My Ground Beef Smells Like Eggs – Can I Still Eat It? Full Guide

November 6, 2023
Written by Kristy J. Norton
Edited by John Smits 

If your ground beef smells like eggs, it’s time to discard it. It’s a sign that the meat is starting to go bad. Don’t risk food poisoning – get rid of that beef. Remember the golden rule of food safety when it comes to sketchy meat – when in doubt, throw it out!

Ground beef is a common ingredient I use in many dishes like stews, pasta, tacos, hamburgers, and more. It’s an easy meat to prepare, versatile, and affordable. Thanks to my culinary experience working with ground beef, I’ll help you find out what is wrong with your beef. 

Ready for a deep dive into the world of ground beef? Let’s go, and figure out why your beef smells bad!

Ground Beef Smells like Eggs

Why Does Ground Beef Smell Like Eggs?

If your packed ground beef smells like eggs, it’s because it’s deteriorating. When bacteria multiply on meat, it can produce a rotten egg smell. Don’t eat the beef. Throw it away. The smell of rotten eggs is due to the acids created by bacteria. 

Bad ground beef can also smell like someone passed gas (sorry, didn’t want to say it, but it’s true). If you’ve got beef that smells like flatulence, get rid of it. It’s not worth the risk of food poisoning.

How Long Can I Keep Ground Beef?

I always advise that you cook ground beef as soon as it is ground. I have the butcher grind it fresh for me and try to cook it the same day. When cooking, fresh is always best.

But if you have to refrigerate it, make sure you cook and consume it within the next 24 to 48 hours. Ground beef starts to go bad in the fridge after 2 days.

This is because meat undergoes high oxygenation due to the grinding process. Ground beef (and any other ground meat) has more surface area exposed to air. Air causes food to deteriorate. So, the shelf life of ground beef in the fridge will always be shorter than a whole cut, like a steak.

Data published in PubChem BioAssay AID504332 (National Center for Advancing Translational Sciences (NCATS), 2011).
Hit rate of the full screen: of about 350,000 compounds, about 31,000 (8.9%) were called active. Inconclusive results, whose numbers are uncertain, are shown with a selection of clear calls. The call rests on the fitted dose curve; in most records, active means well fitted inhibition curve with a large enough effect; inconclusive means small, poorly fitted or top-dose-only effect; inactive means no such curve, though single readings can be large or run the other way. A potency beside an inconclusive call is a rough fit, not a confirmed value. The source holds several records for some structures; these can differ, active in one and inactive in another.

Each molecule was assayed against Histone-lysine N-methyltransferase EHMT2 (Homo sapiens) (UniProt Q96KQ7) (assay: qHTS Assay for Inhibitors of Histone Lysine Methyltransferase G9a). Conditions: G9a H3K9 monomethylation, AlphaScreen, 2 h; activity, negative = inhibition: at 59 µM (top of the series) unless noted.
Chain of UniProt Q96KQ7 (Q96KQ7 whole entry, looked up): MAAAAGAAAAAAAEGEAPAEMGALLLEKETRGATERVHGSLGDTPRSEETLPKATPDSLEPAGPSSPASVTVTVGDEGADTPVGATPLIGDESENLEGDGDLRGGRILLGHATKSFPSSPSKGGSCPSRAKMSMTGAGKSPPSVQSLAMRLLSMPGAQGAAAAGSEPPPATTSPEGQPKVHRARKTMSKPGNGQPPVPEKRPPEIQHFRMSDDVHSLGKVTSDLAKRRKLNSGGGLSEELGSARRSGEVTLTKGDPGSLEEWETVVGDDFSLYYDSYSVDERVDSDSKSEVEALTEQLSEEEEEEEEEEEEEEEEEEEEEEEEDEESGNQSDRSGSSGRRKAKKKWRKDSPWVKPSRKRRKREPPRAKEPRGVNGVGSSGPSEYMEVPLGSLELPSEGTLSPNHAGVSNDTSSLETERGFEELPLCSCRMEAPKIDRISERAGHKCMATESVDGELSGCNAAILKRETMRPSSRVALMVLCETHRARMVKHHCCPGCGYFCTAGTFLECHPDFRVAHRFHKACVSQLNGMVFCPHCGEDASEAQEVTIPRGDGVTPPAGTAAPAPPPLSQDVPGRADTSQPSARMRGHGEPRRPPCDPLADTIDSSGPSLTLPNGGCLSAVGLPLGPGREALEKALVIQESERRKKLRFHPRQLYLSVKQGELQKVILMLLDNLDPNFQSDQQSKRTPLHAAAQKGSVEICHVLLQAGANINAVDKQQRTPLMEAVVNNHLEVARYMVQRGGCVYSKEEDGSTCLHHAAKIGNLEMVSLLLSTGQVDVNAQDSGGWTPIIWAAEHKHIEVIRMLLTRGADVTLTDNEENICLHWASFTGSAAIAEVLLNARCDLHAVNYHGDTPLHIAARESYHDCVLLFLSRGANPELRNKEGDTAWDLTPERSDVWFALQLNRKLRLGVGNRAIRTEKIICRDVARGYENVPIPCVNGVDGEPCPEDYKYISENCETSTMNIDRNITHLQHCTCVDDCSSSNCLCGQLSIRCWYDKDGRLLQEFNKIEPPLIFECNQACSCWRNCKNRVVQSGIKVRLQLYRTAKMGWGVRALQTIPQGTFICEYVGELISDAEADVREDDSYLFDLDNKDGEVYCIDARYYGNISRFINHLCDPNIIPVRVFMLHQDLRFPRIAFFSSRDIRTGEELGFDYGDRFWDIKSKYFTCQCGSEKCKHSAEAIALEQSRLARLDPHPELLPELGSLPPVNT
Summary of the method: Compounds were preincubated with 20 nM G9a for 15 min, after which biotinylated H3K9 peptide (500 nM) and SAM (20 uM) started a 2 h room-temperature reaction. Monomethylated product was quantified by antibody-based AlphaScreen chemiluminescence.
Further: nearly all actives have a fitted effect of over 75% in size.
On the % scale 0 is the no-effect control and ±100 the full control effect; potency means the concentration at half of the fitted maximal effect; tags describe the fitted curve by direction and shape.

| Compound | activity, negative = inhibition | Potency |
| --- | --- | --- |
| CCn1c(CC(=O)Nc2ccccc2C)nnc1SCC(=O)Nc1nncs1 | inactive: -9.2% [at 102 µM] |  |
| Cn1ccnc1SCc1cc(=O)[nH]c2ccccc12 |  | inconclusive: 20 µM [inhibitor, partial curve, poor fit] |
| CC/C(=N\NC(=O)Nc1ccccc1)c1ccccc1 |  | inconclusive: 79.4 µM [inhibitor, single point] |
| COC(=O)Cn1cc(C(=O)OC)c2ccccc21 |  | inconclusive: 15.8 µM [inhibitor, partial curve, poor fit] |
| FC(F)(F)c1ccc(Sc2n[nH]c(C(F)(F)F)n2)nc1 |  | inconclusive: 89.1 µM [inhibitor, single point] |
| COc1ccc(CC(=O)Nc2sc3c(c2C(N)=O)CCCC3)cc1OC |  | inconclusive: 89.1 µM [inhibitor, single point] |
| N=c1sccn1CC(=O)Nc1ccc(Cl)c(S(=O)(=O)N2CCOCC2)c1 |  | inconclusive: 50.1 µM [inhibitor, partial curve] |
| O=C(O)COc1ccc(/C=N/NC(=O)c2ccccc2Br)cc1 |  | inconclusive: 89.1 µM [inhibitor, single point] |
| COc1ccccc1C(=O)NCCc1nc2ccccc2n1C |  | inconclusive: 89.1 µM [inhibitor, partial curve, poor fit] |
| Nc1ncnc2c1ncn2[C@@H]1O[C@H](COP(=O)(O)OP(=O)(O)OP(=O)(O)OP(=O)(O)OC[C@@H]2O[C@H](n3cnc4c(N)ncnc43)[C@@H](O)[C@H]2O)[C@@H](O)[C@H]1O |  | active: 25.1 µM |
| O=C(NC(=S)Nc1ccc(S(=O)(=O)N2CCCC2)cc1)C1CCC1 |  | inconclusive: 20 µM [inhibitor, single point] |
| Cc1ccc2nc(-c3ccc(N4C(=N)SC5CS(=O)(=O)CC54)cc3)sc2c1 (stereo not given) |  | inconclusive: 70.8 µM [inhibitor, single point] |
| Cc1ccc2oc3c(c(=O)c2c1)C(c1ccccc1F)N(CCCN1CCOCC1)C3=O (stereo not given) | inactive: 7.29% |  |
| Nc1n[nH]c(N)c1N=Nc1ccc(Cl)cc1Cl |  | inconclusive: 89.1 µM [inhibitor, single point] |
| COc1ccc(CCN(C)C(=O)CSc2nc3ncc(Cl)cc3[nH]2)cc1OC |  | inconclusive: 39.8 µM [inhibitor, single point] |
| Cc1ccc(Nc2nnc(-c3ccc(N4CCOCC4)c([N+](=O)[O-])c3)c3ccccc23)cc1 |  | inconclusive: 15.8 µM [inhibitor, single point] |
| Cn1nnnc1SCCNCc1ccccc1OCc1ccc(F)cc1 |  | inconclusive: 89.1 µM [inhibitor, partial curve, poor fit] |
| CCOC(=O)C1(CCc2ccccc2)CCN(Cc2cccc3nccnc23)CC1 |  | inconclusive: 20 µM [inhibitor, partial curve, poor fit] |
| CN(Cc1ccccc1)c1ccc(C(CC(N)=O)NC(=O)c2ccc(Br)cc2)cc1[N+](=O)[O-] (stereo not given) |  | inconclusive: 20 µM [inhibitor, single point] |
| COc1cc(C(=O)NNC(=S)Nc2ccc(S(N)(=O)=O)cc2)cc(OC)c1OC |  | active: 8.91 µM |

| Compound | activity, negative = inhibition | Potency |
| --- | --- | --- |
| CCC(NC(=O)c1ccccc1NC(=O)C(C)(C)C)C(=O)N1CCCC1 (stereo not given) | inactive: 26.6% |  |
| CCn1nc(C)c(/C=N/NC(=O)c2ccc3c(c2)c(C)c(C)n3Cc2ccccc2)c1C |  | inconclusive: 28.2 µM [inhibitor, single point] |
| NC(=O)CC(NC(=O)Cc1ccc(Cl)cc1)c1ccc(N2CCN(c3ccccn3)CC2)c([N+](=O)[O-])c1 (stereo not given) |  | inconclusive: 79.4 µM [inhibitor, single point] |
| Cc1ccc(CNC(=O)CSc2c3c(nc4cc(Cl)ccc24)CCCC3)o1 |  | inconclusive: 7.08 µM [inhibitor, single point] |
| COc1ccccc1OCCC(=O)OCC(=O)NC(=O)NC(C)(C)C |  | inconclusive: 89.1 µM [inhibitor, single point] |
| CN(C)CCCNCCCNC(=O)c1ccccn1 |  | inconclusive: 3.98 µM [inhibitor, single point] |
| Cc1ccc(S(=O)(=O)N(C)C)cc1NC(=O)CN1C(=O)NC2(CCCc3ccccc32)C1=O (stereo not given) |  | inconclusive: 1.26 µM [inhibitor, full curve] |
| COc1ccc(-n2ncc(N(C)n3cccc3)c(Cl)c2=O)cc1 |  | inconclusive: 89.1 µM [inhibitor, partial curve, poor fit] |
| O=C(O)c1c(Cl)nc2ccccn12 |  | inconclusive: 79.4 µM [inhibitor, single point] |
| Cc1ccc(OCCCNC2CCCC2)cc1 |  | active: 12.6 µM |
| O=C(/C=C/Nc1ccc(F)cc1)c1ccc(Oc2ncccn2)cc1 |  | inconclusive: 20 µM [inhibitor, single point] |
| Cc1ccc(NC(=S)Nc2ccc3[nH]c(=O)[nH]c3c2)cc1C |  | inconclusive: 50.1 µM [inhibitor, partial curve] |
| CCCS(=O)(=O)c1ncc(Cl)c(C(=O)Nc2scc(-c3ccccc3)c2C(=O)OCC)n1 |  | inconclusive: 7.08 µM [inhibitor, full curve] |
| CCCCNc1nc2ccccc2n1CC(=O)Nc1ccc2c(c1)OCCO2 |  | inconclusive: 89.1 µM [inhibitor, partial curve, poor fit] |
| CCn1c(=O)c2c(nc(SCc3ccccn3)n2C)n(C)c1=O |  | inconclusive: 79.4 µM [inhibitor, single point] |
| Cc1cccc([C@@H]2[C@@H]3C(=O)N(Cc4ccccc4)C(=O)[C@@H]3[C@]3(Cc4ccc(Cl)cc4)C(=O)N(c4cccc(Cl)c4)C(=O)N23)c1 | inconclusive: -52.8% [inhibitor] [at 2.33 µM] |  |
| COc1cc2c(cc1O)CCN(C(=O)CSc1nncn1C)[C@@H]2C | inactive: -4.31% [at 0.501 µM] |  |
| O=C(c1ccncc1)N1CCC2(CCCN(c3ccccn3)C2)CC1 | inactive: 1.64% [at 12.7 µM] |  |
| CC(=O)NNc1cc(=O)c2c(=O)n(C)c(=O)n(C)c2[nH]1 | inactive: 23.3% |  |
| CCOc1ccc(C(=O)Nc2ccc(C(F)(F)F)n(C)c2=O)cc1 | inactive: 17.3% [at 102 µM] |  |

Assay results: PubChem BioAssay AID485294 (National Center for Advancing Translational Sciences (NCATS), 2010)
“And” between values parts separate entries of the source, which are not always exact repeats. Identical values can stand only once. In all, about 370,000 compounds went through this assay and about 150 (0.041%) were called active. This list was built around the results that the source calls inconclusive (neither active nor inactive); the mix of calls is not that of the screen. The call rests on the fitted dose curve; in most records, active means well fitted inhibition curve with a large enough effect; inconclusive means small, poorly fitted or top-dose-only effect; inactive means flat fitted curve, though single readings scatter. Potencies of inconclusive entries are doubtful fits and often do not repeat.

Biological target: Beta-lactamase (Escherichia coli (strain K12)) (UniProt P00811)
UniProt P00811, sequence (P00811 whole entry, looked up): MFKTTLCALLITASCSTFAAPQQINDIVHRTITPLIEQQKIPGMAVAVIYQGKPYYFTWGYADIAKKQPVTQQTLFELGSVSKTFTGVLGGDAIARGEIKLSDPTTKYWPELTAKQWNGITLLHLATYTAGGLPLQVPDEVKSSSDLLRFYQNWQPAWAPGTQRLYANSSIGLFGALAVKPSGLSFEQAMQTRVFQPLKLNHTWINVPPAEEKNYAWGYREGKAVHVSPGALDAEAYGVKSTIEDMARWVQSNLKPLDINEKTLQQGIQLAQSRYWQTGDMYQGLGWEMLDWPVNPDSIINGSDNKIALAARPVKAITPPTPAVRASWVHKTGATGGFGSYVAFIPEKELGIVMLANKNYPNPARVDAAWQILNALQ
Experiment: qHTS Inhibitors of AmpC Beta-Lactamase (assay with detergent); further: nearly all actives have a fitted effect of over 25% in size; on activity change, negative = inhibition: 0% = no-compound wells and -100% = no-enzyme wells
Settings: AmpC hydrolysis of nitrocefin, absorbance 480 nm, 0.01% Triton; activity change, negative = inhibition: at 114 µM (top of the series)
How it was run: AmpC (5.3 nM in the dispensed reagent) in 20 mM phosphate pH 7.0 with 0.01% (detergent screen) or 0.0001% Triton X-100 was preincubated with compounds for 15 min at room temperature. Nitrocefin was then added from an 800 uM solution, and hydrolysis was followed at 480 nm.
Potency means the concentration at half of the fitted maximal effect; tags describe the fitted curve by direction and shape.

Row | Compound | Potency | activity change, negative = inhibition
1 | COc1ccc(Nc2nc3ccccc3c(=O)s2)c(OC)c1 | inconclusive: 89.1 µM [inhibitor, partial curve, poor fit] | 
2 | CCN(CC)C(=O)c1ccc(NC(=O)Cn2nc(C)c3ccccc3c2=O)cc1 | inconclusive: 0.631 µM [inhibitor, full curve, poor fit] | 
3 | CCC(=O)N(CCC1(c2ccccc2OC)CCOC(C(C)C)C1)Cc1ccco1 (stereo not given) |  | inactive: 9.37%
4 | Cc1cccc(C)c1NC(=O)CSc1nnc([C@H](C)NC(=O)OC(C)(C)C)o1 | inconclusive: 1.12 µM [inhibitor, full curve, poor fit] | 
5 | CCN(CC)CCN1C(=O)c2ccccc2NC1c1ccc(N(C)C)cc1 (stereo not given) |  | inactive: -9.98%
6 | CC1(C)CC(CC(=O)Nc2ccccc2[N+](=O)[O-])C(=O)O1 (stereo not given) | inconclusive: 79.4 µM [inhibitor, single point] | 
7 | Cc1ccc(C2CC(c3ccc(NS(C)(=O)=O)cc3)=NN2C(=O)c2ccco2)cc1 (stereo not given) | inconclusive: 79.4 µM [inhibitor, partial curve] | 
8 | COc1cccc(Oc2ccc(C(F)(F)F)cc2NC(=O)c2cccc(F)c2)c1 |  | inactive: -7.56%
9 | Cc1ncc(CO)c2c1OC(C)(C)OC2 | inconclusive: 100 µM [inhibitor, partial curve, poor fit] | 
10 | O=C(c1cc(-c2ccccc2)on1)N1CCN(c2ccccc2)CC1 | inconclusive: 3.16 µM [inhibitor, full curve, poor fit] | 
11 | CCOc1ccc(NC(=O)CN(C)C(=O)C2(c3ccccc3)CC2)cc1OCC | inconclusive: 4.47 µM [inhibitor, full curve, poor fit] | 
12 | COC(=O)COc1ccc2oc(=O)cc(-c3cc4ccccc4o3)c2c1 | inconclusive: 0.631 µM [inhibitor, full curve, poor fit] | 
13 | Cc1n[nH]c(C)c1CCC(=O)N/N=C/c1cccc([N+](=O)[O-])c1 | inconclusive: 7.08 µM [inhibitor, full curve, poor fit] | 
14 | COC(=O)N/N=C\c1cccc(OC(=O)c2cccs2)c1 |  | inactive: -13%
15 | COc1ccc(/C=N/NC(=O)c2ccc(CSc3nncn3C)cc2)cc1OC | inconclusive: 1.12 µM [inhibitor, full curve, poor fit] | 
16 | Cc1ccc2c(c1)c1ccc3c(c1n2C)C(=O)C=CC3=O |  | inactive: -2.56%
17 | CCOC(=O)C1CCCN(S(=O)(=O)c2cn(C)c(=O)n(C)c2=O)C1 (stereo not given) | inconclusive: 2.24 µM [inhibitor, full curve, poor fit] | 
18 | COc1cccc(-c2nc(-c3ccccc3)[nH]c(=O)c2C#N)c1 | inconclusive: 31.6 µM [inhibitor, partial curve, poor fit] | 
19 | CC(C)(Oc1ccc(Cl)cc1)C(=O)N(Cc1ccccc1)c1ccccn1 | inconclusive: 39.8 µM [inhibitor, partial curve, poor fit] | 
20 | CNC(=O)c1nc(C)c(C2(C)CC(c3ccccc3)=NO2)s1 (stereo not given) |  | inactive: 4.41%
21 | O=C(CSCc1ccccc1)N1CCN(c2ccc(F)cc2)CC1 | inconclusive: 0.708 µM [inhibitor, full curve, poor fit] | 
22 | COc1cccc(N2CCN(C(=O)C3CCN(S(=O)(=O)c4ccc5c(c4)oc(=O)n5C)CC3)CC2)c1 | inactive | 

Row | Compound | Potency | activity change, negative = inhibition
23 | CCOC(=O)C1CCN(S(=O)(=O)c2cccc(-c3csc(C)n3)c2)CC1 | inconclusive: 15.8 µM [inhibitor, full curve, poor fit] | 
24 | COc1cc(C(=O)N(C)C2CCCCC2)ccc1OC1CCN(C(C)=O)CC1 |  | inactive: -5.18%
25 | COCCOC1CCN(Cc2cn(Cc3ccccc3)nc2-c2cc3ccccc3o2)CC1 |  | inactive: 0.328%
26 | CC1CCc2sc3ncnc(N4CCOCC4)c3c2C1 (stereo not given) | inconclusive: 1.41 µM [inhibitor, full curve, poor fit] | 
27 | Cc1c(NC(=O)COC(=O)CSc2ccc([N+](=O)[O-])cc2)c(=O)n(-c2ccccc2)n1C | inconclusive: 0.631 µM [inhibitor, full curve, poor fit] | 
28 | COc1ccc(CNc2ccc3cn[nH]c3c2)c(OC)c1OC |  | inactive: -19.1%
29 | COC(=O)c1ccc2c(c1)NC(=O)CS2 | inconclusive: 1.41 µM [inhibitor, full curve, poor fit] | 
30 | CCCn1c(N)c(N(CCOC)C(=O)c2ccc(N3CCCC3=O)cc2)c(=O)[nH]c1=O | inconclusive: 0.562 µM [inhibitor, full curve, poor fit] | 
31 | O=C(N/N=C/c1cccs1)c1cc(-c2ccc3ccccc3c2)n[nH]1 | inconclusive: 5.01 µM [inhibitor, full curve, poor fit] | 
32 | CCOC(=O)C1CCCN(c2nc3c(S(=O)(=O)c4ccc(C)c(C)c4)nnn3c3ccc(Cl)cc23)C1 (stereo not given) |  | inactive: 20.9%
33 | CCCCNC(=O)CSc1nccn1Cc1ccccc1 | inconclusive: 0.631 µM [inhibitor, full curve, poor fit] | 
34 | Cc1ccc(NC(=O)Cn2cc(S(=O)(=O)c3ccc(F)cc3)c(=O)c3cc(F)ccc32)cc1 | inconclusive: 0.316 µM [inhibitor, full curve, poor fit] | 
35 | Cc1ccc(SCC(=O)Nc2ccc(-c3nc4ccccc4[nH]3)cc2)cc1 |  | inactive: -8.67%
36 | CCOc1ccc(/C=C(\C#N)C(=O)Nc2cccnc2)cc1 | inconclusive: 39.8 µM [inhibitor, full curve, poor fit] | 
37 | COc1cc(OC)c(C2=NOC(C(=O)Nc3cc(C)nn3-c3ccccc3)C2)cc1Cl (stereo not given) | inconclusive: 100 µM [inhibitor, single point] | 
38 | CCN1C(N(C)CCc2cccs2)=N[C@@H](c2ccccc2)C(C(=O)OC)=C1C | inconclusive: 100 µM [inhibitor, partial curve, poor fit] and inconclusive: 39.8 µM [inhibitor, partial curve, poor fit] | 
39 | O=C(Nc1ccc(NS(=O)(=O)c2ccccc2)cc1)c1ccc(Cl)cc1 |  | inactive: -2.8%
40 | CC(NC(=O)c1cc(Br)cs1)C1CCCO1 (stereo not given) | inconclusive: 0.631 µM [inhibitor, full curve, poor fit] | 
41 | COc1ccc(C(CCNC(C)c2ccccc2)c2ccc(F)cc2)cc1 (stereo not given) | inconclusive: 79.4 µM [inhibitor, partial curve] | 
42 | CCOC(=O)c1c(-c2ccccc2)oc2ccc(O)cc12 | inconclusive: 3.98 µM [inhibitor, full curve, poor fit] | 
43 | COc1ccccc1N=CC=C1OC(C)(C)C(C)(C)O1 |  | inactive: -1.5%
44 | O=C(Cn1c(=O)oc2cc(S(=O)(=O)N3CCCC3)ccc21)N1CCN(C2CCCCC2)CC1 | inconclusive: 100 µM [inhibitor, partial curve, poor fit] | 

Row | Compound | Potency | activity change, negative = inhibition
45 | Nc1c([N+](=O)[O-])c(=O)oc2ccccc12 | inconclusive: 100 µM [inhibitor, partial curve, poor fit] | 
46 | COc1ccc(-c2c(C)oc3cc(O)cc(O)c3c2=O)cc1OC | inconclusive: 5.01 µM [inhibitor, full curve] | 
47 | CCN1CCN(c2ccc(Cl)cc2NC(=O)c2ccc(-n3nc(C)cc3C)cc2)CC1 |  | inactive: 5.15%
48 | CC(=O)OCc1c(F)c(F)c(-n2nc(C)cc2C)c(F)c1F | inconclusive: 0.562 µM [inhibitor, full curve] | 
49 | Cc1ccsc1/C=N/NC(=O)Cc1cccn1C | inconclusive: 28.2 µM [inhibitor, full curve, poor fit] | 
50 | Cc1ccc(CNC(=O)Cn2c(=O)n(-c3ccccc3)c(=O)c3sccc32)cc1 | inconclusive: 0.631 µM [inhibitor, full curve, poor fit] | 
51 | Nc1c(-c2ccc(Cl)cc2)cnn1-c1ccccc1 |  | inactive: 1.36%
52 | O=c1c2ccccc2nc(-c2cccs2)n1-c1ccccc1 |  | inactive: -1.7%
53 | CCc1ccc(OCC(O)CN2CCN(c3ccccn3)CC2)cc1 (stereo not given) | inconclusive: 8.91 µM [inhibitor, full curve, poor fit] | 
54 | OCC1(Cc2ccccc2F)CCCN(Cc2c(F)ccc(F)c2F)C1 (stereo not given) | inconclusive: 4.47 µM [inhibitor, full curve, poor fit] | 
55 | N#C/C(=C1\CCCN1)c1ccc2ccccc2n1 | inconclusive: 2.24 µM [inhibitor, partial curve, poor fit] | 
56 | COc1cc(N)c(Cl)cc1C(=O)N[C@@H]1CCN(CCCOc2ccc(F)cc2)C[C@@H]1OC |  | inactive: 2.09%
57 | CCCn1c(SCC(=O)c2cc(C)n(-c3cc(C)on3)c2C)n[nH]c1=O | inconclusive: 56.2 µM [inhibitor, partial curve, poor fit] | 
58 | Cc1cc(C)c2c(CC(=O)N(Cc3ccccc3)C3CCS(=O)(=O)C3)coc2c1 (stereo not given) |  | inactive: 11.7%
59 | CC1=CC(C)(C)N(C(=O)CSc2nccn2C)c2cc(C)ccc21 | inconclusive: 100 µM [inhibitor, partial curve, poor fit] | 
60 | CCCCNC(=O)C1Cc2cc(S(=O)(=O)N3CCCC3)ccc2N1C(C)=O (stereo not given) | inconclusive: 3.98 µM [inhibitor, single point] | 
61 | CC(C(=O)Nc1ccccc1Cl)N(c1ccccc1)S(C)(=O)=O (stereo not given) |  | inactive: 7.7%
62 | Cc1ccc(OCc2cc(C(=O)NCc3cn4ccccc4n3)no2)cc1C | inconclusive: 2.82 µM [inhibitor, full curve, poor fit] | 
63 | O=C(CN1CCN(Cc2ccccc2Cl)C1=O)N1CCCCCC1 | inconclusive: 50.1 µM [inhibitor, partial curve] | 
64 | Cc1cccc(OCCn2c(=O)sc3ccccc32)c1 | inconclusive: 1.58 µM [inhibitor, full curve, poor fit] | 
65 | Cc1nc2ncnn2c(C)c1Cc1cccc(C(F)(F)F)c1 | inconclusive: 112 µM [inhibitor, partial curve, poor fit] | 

Not going to cook that beef in the next 2 days? No problem! Stick the ground beef in the freezer.

By freezing ground beef, you can extend the shelf life of the meat by a couple of months. Ensure that you cook and consume the beef within 4 months. The meat will last indefinitely in the freezer, but will taste the best when used within 4 months. Any longer than that, and the beef will start to get freezer burn.

Raw Ground Beef on the Parchment Paper

Is It Ok to Eat Beef That Smells a Little?

When your ground beef smells even just a little, this means that the beef has likely gone bad. It should not be consumed. Even my poodles will not eat it!

The fart smell or eggy smell indicates bacteria cells like E-coli, Yersinia, or Salmonella have started working on the meat cells or fibers.

You don’t want to admit these bad guys in your system! 

Even when you cook spoiled beef, it still won’t make it safe to eat. The bacteria are killed by cooking temps. The toxins they leave behind are not. You are playing footsie with food poisoning if you go ahead and consume bad beef. Don’t do it. 

Foodborne illnesses caused by E. coli and salmonellosis are responsible for millions of cases of food poisoning each year. Most of these are the result of eating spoiled meat. Don’t be a statistic. Toss sketchy beef.